A Family Tradition - a Column by Carlos Briceño

vote, white coat syndrome, protective, show, details, unexpected, party on, choose, outside the box

Carlos is a journalist in the Midwest, who through the grace of God has been blessed with a brilliant, beautiful, and courageous wife and daughter. His wife found out she was gene-positive for Huntington’s Disease (HD) at the age of 41, while his daughter found out she was gene-positive for HD when she was 22. Carlos’s aim in writing column is to offer a caregiver’s perspective while also trying to inspire those families who are dealing with Huntington’s. He loves to evangelize, read, play soccer, and share — according to family members —really bad puns. (For the record, Carlos thinks his puns are really punny and funderful.)

Making a Difference in the Upcoming Elections

When I write this column every week, I try to only share the things that can, and will, affect my family’s battle with Huntington’s disease. Today, I would like to write about something that affects people with every disease and the families who care for them: voting.

It’s Not About You … It’s About Me

I have decided to get my wife a T-shirt that reads, “It’s not you, it’s me.” I want to get it for her so she can wear it each time she visits a doctor. As if her having Huntington’s disease is not bad enough, eight months ago she started…

The Protective Mindset of a Caregiver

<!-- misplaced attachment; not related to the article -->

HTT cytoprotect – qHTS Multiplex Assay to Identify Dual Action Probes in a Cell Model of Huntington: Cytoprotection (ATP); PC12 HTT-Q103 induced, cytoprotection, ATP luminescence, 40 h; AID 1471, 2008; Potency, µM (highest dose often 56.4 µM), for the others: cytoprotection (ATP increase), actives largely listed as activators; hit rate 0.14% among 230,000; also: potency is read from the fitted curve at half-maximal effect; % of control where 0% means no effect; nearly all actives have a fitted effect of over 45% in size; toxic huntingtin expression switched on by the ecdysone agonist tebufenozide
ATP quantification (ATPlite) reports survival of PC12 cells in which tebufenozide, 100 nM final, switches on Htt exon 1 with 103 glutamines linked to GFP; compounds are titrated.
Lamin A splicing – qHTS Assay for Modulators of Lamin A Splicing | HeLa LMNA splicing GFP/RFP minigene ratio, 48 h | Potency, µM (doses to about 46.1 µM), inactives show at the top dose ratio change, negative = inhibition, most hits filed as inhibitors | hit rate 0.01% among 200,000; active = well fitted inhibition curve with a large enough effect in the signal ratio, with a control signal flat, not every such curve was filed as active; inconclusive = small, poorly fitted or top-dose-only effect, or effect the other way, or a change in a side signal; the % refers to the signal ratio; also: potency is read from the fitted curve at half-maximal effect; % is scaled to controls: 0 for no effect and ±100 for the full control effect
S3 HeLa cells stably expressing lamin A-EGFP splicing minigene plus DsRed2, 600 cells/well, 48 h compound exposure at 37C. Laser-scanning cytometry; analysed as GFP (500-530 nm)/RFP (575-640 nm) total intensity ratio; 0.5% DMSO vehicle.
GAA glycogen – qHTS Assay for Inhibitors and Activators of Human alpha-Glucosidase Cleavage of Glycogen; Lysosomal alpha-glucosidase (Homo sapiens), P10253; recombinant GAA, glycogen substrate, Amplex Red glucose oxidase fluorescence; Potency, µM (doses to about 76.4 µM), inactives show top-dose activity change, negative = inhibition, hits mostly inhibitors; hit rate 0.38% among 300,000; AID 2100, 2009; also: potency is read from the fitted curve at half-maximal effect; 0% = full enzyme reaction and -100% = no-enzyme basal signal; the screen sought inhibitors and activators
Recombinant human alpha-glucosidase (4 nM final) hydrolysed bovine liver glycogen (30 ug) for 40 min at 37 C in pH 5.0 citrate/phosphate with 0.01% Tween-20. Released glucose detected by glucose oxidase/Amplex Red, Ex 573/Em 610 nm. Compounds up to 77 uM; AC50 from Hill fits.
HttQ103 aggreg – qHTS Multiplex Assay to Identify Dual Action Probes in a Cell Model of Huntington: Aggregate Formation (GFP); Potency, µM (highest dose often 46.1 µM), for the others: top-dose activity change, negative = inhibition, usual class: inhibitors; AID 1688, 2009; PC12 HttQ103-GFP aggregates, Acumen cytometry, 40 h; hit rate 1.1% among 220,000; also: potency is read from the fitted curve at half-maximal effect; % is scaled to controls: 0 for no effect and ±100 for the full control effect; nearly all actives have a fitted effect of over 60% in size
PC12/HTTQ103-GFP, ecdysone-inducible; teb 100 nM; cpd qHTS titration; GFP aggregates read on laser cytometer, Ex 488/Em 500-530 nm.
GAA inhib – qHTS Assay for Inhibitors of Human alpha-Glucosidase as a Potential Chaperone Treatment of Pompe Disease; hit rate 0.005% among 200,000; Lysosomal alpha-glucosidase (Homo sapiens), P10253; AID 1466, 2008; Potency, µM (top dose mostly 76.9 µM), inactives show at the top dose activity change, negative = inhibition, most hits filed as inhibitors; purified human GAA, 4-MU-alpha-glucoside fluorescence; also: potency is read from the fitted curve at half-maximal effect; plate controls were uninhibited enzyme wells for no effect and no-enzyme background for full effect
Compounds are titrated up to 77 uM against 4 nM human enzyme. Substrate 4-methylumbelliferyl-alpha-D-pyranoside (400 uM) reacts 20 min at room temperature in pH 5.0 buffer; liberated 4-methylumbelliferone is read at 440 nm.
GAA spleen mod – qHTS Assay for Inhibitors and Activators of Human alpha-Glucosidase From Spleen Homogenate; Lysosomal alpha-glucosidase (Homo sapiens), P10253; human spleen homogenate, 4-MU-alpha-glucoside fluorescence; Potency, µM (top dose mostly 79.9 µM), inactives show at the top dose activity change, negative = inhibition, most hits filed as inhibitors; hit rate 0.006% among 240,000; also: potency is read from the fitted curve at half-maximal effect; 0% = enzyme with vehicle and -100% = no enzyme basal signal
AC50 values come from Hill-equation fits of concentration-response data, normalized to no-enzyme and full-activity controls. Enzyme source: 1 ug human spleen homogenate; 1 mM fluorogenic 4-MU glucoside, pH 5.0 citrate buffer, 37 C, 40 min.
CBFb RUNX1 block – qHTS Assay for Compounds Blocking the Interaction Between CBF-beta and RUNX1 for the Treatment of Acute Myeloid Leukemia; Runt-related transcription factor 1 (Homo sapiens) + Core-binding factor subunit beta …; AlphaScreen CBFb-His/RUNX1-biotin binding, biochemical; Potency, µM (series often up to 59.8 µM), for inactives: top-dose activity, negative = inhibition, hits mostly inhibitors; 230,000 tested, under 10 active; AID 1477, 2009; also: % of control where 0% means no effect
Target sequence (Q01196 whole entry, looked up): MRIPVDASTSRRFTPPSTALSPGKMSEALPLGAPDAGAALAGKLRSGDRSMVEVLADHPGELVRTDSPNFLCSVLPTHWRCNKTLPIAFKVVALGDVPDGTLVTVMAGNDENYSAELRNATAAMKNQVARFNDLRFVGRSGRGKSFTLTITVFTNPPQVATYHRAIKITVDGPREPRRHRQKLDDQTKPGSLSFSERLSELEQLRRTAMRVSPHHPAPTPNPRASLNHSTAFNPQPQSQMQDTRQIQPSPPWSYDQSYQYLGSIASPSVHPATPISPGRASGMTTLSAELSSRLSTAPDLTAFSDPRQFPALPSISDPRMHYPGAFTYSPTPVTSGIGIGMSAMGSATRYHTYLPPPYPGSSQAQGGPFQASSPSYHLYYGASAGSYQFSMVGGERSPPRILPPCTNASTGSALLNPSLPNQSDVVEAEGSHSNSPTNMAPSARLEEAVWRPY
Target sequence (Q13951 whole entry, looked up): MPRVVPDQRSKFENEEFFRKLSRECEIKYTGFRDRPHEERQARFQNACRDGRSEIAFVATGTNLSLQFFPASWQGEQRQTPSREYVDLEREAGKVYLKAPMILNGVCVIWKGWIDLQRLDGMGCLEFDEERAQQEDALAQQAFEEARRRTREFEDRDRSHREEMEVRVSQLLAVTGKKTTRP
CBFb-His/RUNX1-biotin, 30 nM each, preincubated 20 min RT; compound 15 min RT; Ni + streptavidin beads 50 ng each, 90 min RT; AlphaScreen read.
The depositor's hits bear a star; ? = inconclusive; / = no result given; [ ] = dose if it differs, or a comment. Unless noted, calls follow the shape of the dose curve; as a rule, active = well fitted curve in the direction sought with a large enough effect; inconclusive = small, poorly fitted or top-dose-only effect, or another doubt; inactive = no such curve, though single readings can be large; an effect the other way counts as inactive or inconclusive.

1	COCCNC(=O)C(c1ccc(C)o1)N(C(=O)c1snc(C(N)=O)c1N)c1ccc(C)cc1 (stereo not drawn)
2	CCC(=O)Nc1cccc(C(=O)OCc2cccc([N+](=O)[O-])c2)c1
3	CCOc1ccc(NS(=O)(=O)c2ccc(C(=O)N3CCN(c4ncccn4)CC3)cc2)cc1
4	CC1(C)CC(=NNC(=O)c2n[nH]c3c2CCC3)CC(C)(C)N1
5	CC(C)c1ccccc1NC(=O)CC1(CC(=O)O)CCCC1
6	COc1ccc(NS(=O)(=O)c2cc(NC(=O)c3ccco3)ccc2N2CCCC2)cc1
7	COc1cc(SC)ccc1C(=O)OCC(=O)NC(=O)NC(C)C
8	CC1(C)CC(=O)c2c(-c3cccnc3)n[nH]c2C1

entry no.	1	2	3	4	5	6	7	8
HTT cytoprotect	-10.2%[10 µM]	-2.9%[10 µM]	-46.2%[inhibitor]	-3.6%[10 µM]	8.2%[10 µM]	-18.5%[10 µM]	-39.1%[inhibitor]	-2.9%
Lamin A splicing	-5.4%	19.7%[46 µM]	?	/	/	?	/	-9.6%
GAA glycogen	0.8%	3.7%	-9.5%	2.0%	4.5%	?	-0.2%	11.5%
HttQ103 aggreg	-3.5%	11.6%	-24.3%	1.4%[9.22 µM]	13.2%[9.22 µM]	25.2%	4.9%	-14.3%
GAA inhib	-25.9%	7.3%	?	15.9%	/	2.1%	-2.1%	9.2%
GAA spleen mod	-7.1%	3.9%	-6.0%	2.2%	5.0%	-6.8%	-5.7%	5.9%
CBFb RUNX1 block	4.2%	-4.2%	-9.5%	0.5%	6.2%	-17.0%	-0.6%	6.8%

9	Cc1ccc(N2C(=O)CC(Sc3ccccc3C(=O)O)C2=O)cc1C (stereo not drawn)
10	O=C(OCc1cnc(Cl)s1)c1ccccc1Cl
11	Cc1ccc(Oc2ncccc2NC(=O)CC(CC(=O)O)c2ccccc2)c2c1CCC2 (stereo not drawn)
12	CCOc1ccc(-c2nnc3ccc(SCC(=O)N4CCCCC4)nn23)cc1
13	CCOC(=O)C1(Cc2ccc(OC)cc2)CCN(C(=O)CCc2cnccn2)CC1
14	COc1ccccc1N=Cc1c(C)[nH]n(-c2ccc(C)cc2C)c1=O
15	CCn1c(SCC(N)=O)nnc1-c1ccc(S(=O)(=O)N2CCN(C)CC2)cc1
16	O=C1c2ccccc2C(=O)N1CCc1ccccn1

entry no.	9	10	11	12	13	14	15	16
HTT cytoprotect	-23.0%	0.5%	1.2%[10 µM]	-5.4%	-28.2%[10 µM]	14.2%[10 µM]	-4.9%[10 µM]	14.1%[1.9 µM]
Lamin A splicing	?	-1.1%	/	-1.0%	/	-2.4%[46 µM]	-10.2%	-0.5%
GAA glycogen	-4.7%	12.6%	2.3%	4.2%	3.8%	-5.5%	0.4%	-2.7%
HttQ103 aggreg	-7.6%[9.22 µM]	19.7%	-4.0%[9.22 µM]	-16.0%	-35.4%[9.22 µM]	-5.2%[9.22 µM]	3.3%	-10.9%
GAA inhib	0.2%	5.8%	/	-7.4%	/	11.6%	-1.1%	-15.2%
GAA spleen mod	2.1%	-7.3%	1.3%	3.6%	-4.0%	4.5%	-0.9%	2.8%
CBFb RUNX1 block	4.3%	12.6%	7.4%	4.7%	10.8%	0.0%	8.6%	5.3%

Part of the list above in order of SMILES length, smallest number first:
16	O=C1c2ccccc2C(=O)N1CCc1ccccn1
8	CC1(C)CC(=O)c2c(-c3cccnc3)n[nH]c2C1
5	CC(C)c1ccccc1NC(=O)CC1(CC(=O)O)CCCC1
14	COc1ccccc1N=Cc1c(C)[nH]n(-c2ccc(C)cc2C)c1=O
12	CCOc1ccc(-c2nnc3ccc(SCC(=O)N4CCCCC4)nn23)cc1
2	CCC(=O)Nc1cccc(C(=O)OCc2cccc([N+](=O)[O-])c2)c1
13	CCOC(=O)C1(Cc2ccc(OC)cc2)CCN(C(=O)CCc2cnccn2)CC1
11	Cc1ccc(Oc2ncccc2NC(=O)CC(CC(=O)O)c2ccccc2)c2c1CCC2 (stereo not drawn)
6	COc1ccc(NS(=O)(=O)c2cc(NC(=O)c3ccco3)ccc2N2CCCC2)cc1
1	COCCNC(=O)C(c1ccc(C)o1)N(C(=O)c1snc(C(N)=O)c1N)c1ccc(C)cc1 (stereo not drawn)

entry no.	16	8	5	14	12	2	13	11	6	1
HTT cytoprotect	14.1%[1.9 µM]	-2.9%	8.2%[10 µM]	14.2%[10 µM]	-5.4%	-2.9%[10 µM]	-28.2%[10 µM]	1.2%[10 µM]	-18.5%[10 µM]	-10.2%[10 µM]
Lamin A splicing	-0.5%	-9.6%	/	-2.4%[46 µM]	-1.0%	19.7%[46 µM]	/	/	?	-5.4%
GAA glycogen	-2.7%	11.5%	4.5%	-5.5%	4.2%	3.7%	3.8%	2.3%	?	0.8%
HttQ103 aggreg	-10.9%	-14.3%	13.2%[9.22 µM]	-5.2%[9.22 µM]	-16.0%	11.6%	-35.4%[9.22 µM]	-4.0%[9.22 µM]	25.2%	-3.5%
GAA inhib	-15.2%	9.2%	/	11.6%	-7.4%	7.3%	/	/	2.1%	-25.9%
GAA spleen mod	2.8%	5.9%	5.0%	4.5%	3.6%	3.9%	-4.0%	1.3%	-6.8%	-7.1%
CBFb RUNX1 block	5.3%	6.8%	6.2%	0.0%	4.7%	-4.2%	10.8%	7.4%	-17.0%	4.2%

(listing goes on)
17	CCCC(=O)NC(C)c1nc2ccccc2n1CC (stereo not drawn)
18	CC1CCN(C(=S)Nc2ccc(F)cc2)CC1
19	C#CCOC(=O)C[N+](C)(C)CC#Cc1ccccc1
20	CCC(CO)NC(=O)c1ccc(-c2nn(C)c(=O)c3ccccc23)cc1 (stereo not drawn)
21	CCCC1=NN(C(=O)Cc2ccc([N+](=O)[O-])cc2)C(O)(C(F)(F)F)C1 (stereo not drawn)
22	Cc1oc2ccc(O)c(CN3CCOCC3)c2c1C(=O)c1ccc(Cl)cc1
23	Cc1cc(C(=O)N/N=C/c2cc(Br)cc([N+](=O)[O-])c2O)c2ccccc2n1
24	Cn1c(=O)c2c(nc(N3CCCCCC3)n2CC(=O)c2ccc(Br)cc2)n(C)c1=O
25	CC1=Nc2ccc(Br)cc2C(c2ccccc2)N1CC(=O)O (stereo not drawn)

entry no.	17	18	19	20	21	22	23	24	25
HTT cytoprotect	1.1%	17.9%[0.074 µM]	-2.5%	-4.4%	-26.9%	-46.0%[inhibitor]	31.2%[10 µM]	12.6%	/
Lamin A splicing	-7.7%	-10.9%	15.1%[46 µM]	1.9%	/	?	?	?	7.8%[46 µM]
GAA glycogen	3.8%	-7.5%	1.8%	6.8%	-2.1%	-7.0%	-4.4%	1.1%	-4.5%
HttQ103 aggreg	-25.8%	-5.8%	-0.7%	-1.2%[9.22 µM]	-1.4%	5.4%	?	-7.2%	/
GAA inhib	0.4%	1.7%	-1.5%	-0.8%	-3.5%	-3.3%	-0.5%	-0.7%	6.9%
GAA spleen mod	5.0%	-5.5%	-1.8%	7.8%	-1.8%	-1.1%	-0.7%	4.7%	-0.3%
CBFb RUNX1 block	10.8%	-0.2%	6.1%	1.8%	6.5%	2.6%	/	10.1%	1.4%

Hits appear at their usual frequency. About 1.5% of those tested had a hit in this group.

I’m protective, a trait typical of most men. For example, I will drive for 18 hours across the country while my wife sleeps in the passenger seat. Jill has trouble sleeping in general, and the motion of the car acts as a sedative, rocking her to sleep. Long…

Life Is Short, So Live It Well

The anniversary of my sister’s death is coming up in about a month. Rose died on Halloween last year after a massive red oak tree fell on the car she was in during a fierce storm. The car was parked in her driveway, and the tree was from a…

Learning to Expect the Unexpected

My wife, Jill, and I have not been to the local movie theater in months. It’s been so long that we can’t remember the last movie we saw there. By contrast, we averaged about two movies a month before the pandemic struck. With the recent reopening of our town’s theaters,…

Writing Keeps This Caregiver Sane

I stumbled into my future profession when I took a creative writing class as a junior in high school. I took the class because it was an elective, something easy. In other words, it was what my teenage self considered a “blow-off,” something that didn’t require studying. Studying, I thought…

Learn How to Party On, Dude

One of summer’s guilty pleasures is watching mindless movies. On a recent weekend, Jill and I watched “Bill and Ted Face the Music,” which is so egregiously and heinously bad, it’s good, dude. (This is how the time-traveling characters talk to each other. Needless to say, the dialogue is…

As Caregivers, We Can Choose to Be Empathetic and Patient

My mom is dying. She’s 90, has dementia, can’t walk, yells angrily at times, and lives in an assisted living home, where visitors are frowned upon because of the COVID-19 threat. Several days ago, an ambulance picked her up because she had vomited and was unresponsive. Several hours after visiting…

Telemedicine Makes Life Easier for Patients

Last year, I wrote about the possibility of telemedicine visits for Huntington’s patients with the Huntington’s Disease Society of America’s Center of Excellence in Chicago. My wife, Jill, and I were excited about this possibility because she has “white coat syndrome.” As someone who has witnessed Jill’s anxiety,…